Wednesday, September 16, 2009

The Fate of H1N1 May Be In Your Hands

Please take four and half minutes and listen to the Take Away interview with NYTimes "Well" columnist Tara Parker Pope. You can also click to my July 30, 2008 post for more frightening facts about germs and their destructive manners.

Good advice. Very sobering.

Sunday, September 13, 2009

The Price of Privilege – Part 4 of 4


In this last section, Levine focuses on what parents can do to help themselves in order to help their children, and again, she uses anecdotes from her work, research, and her own life, family and circumstance as a basis for her writing. She devotes the last chapter of this part of her book to mothers.

Here are some notable quotes from the entire section:
  • Affluent communities emphasize competition and extrinsic markers of success such as high grades, trophies, and admission to prestigious schools.
  • Mothers become overly dependent on their children for emotional support and comfort.
  • Excessive pressure, isolation from adults, inappropriate intrusion, controlling behavior, lax discipline—have all found their home in affluent communities.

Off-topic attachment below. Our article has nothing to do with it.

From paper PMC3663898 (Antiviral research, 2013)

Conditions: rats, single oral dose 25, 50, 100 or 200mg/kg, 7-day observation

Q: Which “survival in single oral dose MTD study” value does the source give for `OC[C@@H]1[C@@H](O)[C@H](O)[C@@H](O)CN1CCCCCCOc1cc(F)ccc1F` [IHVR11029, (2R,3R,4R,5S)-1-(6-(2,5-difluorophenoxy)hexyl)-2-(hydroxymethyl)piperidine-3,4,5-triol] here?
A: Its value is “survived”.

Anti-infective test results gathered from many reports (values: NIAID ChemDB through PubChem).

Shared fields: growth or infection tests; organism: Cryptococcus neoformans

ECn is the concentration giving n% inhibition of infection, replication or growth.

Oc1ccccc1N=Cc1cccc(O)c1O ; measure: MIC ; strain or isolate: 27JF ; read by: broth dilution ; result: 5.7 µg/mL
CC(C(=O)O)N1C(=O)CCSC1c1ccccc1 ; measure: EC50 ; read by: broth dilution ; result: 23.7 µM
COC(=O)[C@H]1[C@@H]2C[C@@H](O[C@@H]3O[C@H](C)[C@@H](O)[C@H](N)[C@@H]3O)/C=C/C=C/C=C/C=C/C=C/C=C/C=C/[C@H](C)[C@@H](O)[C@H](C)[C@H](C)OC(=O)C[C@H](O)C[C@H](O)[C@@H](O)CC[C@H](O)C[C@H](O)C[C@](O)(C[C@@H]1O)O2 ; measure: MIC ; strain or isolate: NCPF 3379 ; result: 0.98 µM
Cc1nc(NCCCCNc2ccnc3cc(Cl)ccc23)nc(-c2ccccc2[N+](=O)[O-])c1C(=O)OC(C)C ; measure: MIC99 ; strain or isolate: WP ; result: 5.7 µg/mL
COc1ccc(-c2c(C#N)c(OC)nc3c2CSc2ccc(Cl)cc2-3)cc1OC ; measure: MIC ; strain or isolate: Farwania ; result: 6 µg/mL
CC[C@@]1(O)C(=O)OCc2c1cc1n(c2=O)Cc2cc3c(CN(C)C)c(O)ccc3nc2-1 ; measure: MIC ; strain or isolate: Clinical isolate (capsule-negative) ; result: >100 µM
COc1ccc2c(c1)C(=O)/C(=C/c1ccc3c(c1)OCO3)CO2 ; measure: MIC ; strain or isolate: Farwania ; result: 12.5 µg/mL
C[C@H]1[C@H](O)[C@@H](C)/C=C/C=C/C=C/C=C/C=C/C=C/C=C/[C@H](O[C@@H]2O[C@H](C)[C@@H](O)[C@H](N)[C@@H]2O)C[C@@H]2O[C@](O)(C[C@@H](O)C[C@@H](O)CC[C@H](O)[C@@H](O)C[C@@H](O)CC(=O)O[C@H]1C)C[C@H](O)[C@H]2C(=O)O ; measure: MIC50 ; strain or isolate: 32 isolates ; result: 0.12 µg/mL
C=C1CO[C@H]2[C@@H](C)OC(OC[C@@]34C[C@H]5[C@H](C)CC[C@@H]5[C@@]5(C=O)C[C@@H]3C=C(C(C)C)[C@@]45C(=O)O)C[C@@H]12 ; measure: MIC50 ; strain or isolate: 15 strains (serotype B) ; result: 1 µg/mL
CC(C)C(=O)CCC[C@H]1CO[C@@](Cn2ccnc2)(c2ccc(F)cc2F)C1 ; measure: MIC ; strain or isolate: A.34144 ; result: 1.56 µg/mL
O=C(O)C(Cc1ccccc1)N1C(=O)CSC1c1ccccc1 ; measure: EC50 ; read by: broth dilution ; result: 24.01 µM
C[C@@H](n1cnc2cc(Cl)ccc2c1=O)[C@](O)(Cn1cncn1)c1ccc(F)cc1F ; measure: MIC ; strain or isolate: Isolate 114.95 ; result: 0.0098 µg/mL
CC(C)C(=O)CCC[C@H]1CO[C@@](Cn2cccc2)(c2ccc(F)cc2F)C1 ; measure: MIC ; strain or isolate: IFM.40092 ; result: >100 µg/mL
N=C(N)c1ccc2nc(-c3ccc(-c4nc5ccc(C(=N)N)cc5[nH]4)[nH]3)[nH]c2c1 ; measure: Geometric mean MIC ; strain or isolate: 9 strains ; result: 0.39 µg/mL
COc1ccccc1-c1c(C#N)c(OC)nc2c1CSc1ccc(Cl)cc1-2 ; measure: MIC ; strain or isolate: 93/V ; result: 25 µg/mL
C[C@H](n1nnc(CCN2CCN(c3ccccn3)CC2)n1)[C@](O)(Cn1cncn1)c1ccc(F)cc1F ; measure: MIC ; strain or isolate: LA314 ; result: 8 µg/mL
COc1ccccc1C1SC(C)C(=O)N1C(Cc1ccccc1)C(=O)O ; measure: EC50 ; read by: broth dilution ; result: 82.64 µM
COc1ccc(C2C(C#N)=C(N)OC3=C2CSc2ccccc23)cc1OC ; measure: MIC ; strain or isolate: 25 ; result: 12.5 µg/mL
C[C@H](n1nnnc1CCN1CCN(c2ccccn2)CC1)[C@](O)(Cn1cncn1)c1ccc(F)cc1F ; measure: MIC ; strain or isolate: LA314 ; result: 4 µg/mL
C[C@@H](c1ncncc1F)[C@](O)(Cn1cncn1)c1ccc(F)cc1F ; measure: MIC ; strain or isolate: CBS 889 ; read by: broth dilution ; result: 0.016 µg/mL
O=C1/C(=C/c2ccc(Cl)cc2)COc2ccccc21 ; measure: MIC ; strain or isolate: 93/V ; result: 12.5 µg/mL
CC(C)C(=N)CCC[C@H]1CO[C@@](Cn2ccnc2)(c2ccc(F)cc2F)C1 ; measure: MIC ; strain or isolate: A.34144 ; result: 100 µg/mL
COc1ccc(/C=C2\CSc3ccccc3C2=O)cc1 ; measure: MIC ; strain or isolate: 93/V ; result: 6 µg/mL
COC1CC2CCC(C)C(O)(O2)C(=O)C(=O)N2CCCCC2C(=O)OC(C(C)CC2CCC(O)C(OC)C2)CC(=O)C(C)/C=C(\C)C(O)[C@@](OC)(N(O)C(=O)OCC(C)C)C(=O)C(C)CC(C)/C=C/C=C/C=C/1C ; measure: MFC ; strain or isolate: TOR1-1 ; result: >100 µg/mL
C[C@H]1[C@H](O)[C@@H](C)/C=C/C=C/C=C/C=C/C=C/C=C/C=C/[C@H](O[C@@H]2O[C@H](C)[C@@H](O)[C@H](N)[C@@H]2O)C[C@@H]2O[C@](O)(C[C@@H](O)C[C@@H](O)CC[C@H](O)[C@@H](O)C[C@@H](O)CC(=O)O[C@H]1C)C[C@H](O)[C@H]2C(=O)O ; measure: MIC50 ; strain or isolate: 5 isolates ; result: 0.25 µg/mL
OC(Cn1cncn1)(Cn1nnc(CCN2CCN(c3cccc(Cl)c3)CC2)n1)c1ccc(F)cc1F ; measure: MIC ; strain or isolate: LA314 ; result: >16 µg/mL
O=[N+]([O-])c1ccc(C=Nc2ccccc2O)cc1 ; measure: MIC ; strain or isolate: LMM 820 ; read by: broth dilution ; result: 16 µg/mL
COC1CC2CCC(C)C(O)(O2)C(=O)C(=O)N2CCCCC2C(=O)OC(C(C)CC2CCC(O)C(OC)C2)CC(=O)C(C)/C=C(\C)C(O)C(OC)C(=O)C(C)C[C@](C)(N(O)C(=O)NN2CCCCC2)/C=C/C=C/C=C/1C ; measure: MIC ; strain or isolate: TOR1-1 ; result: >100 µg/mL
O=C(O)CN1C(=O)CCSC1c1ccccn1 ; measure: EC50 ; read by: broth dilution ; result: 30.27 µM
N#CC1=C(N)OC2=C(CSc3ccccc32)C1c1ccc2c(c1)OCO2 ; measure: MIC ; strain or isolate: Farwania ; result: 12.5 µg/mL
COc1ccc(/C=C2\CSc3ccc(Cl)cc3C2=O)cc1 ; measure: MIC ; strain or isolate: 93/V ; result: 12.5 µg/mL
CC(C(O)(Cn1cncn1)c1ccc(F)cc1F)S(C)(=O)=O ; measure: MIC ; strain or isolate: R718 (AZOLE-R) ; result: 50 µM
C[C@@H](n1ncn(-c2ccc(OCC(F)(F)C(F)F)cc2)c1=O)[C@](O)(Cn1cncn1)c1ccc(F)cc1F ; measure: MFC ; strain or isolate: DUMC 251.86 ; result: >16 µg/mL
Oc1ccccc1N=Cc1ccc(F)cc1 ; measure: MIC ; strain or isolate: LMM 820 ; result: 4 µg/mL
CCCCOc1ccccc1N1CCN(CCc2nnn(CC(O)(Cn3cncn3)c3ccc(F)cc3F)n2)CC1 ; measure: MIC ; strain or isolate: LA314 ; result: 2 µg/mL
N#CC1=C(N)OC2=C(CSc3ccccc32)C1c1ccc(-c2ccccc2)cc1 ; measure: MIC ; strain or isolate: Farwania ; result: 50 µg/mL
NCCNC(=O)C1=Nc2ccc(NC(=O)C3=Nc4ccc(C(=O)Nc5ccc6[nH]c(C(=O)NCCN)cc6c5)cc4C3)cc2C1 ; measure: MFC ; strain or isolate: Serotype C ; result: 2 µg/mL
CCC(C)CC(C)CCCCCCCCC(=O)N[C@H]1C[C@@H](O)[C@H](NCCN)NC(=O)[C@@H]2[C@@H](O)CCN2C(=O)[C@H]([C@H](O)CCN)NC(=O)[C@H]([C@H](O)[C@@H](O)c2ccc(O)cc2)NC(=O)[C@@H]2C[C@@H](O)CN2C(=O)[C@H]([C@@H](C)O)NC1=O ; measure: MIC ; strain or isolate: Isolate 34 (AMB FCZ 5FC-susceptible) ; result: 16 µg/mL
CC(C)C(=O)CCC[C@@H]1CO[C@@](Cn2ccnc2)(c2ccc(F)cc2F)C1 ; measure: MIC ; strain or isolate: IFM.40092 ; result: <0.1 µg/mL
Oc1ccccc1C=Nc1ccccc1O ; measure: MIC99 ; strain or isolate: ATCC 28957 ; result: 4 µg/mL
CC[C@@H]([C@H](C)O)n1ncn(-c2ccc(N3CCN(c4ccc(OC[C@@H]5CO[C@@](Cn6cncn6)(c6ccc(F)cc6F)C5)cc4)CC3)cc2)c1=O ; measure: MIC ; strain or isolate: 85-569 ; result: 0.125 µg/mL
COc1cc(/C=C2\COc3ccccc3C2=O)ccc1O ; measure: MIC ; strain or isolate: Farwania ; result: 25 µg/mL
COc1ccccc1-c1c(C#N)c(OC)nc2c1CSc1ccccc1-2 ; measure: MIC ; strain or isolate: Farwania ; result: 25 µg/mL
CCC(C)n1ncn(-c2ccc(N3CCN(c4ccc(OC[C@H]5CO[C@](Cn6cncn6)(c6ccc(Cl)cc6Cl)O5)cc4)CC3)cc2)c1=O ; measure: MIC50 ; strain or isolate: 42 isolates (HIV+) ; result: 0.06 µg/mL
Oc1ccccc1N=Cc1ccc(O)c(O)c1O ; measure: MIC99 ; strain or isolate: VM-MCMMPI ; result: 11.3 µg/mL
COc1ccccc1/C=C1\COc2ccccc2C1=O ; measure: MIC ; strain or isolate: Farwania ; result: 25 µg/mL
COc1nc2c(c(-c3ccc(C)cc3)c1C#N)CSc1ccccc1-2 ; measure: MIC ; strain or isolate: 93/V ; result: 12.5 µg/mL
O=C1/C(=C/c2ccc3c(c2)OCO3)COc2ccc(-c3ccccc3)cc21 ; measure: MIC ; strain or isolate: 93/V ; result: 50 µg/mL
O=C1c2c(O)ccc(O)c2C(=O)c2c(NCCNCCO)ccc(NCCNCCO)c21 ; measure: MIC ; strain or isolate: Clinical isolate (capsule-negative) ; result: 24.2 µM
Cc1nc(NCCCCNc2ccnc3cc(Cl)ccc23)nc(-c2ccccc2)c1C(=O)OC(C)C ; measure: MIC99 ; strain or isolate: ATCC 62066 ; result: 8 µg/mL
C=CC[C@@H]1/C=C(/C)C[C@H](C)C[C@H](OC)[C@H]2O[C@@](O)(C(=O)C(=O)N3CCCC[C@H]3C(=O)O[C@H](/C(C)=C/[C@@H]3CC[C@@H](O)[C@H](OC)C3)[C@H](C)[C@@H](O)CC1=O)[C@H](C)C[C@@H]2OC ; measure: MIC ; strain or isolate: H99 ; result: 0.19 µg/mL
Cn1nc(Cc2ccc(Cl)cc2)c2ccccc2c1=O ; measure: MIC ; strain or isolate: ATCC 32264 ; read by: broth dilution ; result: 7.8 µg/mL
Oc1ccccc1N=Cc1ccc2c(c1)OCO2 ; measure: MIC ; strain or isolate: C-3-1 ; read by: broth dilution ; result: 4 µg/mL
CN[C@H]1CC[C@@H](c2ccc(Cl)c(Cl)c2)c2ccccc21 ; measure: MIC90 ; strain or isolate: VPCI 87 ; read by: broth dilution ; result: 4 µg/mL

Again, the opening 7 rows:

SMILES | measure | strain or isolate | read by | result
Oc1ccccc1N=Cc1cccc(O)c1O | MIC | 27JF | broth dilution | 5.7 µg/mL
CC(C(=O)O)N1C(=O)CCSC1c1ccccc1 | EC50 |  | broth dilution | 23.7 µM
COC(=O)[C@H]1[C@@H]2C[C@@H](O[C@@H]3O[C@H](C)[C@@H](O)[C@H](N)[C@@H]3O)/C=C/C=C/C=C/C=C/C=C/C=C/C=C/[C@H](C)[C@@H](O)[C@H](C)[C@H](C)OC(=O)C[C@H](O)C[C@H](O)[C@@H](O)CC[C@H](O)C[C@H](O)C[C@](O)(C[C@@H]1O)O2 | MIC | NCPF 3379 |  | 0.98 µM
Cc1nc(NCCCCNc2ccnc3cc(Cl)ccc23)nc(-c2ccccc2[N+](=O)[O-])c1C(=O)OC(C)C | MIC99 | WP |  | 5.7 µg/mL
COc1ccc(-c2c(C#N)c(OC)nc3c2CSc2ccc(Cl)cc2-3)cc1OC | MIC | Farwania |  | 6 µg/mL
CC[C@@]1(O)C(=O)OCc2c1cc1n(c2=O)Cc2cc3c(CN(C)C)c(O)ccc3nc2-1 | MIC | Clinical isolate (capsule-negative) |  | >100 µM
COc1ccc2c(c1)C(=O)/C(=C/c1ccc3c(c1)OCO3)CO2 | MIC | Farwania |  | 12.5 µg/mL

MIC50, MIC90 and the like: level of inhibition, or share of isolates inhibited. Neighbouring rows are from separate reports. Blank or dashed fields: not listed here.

• If we hope to have our children who are capable of being accountable for their behavior, then we must model accountability.
  • Maladaptive perfectionism is driven by an intense need to avoid failure and appear flawless.
  • Affluent communities suffer from both lack of cohesion and a lack of values that stress the needs of the community.
  • This book stresses the value of authenticity in leading an independent, productive, loving life.
  • Most children at most times in their lives, feel closer to their mothers than to their fathers. So it should come as no surprise that research confirms that a child’s best shot at healthy emotional development depends on his own mother’s emotional health.
  • As we are able to feel generally loved, valued, and connected, so will our children. Children thrive best when their mothers take care of themselves as well as their children.
  • We never fool our children, regardless of how convinced we are that “the children don’t know a thing.”
  • Reaching out means we give, but it also means we get.